DITI: In beauty, everything is black. Ours is grey. If you look at MAC [Cosmetics packaging], there’s a reason why they pick black because the componentry is really hard to get in custom colours and keep consistent. All you have to do is go to Sephora.com and look at the packaging, it’s almost always black, it’s just an easier colour to replicate over and over again. Ours is a custom colour, a custom Bite grey. It’s one factory that does it. And then it has that custom finish to it—when you touch it, it’s really soft like suede. That’s all custom.
Aside from packages for the consumer market, Concrete created a special edition containing the entire product line, which was sent to beauty editors to help get the word out. A bellyband featuring photos of models is removed to reveal a sleek black box. When opened, a product sheet showcases the new lipstick shades, and a photo of food connects it to the idea of edible ingredients.
DITI: We did a modern take on a classical genre painting of food. That tabletop setting that you see when you open the box, it’s got a modern bent to it but it is based on classical Dutch paintings of food. We wanted to show food, but not in that ‘natural farm’ way because that’s not what it’s about.
It’s about the actual ingredients, and the fact that you could actually eat these lipsticks if you wanted to. Everything is FDA approved; there’s nothing in it that’s not ingestible. You get that point across and play with that idea of an amuse bouche, which is really sort of a surprise for your senses, a special thing a chef [serves] before meal courses to start you off.
The teaser videos walk a tightrope, leaning on industrial imagery of the product being created—colourful liquids swirling and splashing—but featuring models and aggressive beat-driven music. The aesthetic is different enough from typical cosmetic ads to stand out, but familiar enough that viewers know what is being advertised.
DITI: I like to call it this: hand-made high tech. [Bite’s] factory is very high tech, even though everything is made by hand. That’s highly unusual, so you’ll see people stirring, and if you look at the video you’ll see people doing things one by one.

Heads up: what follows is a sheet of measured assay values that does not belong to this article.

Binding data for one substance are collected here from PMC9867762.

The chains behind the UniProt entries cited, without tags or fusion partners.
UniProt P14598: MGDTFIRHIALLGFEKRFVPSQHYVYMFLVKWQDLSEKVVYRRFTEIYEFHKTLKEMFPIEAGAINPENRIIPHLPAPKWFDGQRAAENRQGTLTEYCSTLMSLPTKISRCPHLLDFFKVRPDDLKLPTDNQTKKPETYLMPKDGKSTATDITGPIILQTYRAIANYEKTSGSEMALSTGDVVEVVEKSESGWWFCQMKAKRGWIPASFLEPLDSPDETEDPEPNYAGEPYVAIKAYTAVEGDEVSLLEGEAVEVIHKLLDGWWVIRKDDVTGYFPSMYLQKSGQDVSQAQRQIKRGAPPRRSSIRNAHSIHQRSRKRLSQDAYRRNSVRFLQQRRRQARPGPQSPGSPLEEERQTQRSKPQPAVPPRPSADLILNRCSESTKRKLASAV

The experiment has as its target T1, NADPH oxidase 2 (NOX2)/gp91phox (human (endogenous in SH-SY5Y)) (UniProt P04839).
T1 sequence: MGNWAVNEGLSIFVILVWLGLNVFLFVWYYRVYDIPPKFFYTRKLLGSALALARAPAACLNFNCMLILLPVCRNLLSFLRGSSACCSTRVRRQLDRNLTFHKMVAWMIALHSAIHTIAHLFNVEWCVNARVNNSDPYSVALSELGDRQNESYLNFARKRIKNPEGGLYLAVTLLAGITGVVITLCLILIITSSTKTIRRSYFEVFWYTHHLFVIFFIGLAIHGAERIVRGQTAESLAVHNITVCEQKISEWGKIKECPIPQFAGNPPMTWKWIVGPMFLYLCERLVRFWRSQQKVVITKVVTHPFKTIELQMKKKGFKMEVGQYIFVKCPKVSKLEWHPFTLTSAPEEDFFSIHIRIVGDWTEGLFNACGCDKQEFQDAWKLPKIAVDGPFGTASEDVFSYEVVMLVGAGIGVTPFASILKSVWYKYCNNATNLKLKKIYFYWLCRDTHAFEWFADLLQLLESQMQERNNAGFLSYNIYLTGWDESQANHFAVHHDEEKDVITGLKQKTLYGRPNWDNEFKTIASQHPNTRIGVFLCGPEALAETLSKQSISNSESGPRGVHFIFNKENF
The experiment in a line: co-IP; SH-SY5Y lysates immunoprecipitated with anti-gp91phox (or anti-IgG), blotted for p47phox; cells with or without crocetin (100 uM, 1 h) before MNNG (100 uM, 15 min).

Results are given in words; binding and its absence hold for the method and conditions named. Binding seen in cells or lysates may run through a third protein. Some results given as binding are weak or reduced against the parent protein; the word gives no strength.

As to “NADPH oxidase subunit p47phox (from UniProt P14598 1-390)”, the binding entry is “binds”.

I think the music is almost irritating, and that’s why it’s kind of cool. It totally contrasts what is happening because you don’t associate that kind of music with hand-made things. Every time you think of ‘hand made,’ you think of someone working in their basement making something cute, right? [But] it’s not pretty music, there is definitely an edge to it… And the splashes of colour are really what make it look ‘fashion.’ It was really important not to look like we’re cutesy and cottage-y.
While some early knee-jerk reactions may have been negative, one look at Bite’s Instagram feed reveals that many consumers are falling for the new line.
DITI: I’m quite fascinated and interested in mass market [because in contrast] there was no focus group for this change. We didn’t sit around doing five designs and calling in groups and spending a year [on it]—the decision was made and we did it. And it’s working! I don’t know how to explain this to huge companies that [tend to] over-analyze things… Very few large companies embrace thinking like [Bite] and are terrified of change because they think people won’t get it. But what I think they don’t understand is that their entire audience has grown up as the MTV generation, and now add on computers and Instagram—if you don’t change and you don’t change faster than you used to, they’ll get bored and move on to the next thing.
A version of this article originally appeared in the Summer 2016 issue of Designedge Canada magazine.